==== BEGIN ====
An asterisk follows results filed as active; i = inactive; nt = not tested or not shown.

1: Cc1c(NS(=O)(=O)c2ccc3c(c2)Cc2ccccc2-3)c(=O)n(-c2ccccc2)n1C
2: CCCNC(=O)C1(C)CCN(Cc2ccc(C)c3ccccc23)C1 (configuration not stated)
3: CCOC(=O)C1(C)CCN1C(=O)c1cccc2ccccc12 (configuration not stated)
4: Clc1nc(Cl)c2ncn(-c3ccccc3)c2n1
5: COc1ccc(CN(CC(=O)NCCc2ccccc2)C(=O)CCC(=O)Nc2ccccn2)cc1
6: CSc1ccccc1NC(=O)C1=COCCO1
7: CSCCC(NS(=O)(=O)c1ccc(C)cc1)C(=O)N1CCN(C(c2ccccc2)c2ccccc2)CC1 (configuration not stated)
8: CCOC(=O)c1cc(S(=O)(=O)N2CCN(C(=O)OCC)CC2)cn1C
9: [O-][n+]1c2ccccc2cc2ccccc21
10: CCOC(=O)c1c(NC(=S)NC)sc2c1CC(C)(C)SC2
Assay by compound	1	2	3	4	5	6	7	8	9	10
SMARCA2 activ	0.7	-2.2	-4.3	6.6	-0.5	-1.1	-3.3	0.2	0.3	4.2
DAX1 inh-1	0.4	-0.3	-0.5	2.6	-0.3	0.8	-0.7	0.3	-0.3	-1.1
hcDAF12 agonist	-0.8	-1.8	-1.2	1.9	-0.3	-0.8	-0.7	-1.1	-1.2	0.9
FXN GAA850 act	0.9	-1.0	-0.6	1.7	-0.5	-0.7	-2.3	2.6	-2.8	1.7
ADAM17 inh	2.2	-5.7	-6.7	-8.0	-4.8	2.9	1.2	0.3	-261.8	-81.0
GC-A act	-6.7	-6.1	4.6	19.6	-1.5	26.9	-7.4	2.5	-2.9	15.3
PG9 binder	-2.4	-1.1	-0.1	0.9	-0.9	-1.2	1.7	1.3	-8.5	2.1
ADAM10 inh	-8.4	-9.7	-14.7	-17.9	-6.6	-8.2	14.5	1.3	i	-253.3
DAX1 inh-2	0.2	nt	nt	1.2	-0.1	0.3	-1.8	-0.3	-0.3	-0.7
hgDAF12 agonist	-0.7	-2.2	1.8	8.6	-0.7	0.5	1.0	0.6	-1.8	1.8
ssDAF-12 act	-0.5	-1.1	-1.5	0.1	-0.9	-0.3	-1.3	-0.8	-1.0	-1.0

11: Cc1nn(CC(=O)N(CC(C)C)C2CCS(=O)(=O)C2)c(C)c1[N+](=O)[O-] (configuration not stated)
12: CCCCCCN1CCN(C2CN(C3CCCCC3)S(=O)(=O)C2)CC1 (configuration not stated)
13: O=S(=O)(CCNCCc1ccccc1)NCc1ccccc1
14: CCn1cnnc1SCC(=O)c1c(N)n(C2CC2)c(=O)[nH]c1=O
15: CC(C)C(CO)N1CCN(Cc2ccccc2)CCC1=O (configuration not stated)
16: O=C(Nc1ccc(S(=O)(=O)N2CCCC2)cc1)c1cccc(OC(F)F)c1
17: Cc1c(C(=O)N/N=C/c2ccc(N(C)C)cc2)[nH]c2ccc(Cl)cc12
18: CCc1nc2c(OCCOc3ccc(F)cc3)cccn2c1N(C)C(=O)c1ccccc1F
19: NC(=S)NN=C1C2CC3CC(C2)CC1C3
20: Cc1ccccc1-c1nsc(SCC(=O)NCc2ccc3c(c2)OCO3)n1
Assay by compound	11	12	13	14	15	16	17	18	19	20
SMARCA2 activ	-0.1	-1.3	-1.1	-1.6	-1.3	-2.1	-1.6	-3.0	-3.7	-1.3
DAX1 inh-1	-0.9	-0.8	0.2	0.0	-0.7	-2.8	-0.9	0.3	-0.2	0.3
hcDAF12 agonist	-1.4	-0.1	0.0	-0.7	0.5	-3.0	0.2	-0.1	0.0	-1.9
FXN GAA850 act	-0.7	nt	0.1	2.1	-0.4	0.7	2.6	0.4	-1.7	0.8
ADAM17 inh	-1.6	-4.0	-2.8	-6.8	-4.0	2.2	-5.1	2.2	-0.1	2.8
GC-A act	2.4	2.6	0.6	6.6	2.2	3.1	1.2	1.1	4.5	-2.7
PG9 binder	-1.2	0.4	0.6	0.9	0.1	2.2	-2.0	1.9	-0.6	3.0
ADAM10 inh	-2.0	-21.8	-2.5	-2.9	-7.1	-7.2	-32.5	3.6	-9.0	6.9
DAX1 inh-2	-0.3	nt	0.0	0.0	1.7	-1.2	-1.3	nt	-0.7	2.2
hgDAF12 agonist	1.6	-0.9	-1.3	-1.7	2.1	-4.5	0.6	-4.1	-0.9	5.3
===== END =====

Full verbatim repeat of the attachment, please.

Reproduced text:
An asterisk follows results filed as active; i = inactive; nt = not tested or not shown.

1: Cc1c(NS(=O)(=O)c2ccc3c(c2)Cc2ccccc2-3)c(=O)n(-c2ccccc2)n1C
2: CCCNC(=O)C1(C)CCN(Cc2ccc(C)c3ccccc23)C1 (configuration not stated)
3: CCOC(=O)C1(C)CCN1C(=O)c1cccc2ccccc12 (configuration not stated)
4: Clc1nc(Cl)c2ncn(-c3ccccc3)c2n1
5: COc1ccc(CN(CC(=O)NCCc2ccccc2)C(=O)CCC(=O)Nc2ccccn2)cc1
6: CSc1ccccc1NC(=O)C1=COCCO1
7: CSCCC(NS(=O)(=O)c1ccc(C)cc1)C(=O)N1CCN(C(c2ccccc2)c2ccccc2)CC1 (configuration not stated)
8: CCOC(=O)c1cc(S(=O)(=O)N2CCN(C(=O)OCC)CC2)cn1C
9: [O-][n+]1c2ccccc2cc2ccccc21
10: CCOC(=O)c1c(NC(=S)NC)sc2c1CC(C)(C)SC2
Assay by compound	1	2	3	4	5	6	7	8	9	10
SMARCA2 activ	0.7	-2.2	-4.3	6.6	-0.5	-1.1	-3.3	0.2	0.3	4.2
DAX1 inh-1	0.4	-0.3	-0.5	2.6	-0.3	0.8	-0.7	0.3	-0.3	-1.1
hcDAF12 agonist	-0.8	-1.8	-1.2	1.9	-0.3	-0.8	-0.7	-1.1	-1.2	0.9
FXN GAA850 act	0.9	-1.0	-0.6	1.7	-0.5	-0.7	-2.3	2.6	-2.8	1.7
ADAM17 inh	2.2	-5.7	-6.7	-8.0	-4.8	2.9	1.2	0.3	-261.8	-81.0
GC-A act	-6.7	-6.1	4.6	19.6	-1.5	26.9	-7.4	2.5	-2.9	15.3
PG9 binder	-2.4	-1.1	-0.1	0.9	-0.9	-1.2	1.7	1.3	-8.5	2.1
ADAM10 inh	-8.4	-9.7	-14.7	-17.9	-6.6	-8.2	14.5	1.3	i	-253.3
DAX1 inh-2	0.2	nt	nt	1.2	-0.1	0.3	-1.8	-0.3	-0.3	-0.7
hgDAF12 agonist	-0.7	-2.2	1.8	8.6	-0.7	0.5	1.0	0.6	-1.8	1.8
ssDAF-12 act	-0.5	-1.1	-1.5	0.1	-0.9	-0.3	-1.3	-0.8	-1.0	-1.0

11: Cc1nn(CC(=O)N(CC(C)C)C2CCS(=O)(=O)C2)c(C)c1[N+](=O)[O-] (configuration not stated)
12: CCCCCCN1CCN(C2CN(C3CCCCC3)S(=O)(=O)C2)CC1 (configuration not stated)
13: O=S(=O)(CCNCCc1ccccc1)NCc1ccccc1
14: CCn1cnnc1SCC(=O)c1c(N)n(C2CC2)c(=O)[nH]c1=O
15: CC(C)C(CO)N1CCN(Cc2ccccc2)CCC1=O (configuration not stated)
16: O=C(Nc1ccc(S(=O)(=O)N2CCCC2)cc1)c1cccc(OC(F)F)c1
17: Cc1c(C(=O)N/N=C/c2ccc(N(C)C)cc2)[nH]c2ccc(Cl)cc12
18: CCc1nc2c(OCCOc3ccc(F)cc3)cccn2c1N(C)C(=O)c1ccccc1F
19: NC(=S)NN=C1C2CC3CC(C2)CC1C3
20: Cc1ccccc1-c1nsc(SCC(=O)NCc2ccc3c(c2)OCO3)n1
Assay by compound	11	12	13	14	15	16	17	18	19	20
SMARCA2 activ	-0.1	-1.3	-1.1	-1.6	-1.3	-2.1	-1.6	-3.0	-3.7	-1.3
DAX1 inh-1	-0.9	-0.8	0.2	0.0	-0.7	-2.8	-0.9	0.3	-0.2	0.3
hcDAF12 agonist	-1.4	-0.1	0.0	-0.7	0.5	-3.0	0.2	-0.1	0.0	-1.9
FXN GAA850 act	-0.7	nt	0.1	2.1	-0.4	0.7	2.6	0.4	-1.7	0.8
ADAM17 inh	-1.6	-4.0	-2.8	-6.8	-4.0	2.2	-5.1	2.2	-0.1	2.8
GC-A act	2.4	2.6	0.6	6.6	2.2	3.1	1.2	1.1	4.5	-2.7
PG9 binder	-1.2	0.4	0.6	0.9	0.1	2.2	-2.0	1.9	-0.6	3.0
ADAM10 inh	-2.0	-21.8	-2.5	-2.9	-7.1	-7.2	-32.5	3.6	-9.0	6.9
DAX1 inh-2	-0.3	nt	0.0	0.0	1.7	-1.2	-1.3	nt	-0.7	2.2
hgDAF12 agonist	1.6	-0.9	-1.3	-1.7	2.1	-4.5	0.6	-4.1	-0.9	5.3